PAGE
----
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Gastroesophageal reflux: management guidance for the pediatrician

Jenifer R Lightdale, David A Gremse
Pediatrics 2013, 131 (5): e1684-95
23629618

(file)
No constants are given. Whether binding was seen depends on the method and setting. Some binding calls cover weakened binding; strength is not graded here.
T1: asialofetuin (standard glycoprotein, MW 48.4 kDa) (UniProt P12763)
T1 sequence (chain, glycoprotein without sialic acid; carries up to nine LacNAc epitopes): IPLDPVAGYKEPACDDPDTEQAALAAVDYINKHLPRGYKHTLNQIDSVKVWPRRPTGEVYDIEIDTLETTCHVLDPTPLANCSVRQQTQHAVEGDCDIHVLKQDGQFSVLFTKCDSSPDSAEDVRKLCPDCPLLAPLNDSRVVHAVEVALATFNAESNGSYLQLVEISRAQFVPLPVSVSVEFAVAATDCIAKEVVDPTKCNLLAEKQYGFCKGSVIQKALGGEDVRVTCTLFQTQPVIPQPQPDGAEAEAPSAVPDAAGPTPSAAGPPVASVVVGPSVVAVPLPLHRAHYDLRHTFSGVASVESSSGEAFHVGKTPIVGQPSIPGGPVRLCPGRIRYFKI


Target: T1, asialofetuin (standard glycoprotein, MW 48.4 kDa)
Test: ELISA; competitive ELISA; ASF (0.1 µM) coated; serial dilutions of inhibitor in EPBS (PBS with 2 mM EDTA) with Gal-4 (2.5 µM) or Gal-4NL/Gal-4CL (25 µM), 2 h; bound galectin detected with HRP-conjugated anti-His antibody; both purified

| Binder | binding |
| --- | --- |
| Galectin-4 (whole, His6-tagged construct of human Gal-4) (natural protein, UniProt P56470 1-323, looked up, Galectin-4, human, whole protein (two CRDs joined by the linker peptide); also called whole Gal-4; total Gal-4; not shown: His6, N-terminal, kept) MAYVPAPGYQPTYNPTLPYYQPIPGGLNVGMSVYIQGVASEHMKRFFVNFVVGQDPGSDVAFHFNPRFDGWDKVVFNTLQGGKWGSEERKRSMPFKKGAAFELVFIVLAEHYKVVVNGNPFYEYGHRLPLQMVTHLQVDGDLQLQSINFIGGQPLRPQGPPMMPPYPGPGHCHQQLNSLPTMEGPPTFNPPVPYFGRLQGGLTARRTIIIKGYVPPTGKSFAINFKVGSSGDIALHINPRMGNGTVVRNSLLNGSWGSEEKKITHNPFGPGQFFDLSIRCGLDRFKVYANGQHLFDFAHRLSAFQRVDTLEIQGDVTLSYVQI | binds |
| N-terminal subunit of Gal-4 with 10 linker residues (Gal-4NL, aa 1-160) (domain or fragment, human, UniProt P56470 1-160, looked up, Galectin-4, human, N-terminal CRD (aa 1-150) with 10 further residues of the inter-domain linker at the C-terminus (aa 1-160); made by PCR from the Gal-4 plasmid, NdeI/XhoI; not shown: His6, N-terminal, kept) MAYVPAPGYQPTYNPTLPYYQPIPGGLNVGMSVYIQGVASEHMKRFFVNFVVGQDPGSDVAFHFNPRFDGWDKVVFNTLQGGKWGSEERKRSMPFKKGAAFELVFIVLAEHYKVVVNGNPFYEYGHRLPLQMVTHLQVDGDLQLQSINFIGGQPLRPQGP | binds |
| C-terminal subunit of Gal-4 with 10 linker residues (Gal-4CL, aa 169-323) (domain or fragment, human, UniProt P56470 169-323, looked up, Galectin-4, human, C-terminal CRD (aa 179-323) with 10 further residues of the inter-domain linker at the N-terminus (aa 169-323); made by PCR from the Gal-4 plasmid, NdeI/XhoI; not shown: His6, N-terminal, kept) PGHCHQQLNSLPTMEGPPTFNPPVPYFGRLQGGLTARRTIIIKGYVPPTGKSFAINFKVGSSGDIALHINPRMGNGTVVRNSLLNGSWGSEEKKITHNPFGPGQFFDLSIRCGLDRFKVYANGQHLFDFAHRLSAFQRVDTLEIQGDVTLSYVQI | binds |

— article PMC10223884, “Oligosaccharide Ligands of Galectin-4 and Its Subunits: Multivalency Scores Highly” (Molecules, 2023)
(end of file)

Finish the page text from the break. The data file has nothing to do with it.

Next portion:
Recent comprehensive guidelines developed by the North American Society for Pediatric Gastroenterology, Hepatology, and Nutrition define the common entities of gastroesophageal reflux (GER) as the physiologic passage of gastric contents into the esophagus and gastroesophageal reflux disease (GERD) as reflux associated with troublesome symptoms or complications. The ability to distinguish between GER and GERD is increasingly important to implement best practices in the management of acid reflux in patients across all pediatric age groups, as children with GERD may benefit from further evaluation and treatment, whereas conservative recommendations are the only indicated therapy in those with uncomplicated physiologic reflux. This clinical report endorses the rigorously developed, well-referenced North American Society for Pediatric Gastroenterology, Hepatology, and Nutrition guidelines and likewise emphasizes important concepts for the general pediatrician. A key issue is distinguishing between clinical manifestations of GER and GERD in term infants, children, and adolescents to identify patients who can be managed with conservative treatment by the pediatrician and to refer patients who require consultation with the gastroenterologist. Accordingly, the evidence basis presented by the guidelines for diagnostic approaches as well as treatments is discussed. Lifestyle changes are emphasized as first-line therapy in both GER and GERD, whereas medications are explicitly indicated only for patients with GERD. Surgical therapies are reserved for children with intractable symptoms or who are at risk for life-threatening complications of GERD. Recent black box warnings from the US Food and Drug Administration are discussed, and caution is underlined when using promoters of gastric emptying and motility. Finally, attention is paid to increasing evidence of inappropriate prescriptions for proton pump inhibitors in the pediatric population.

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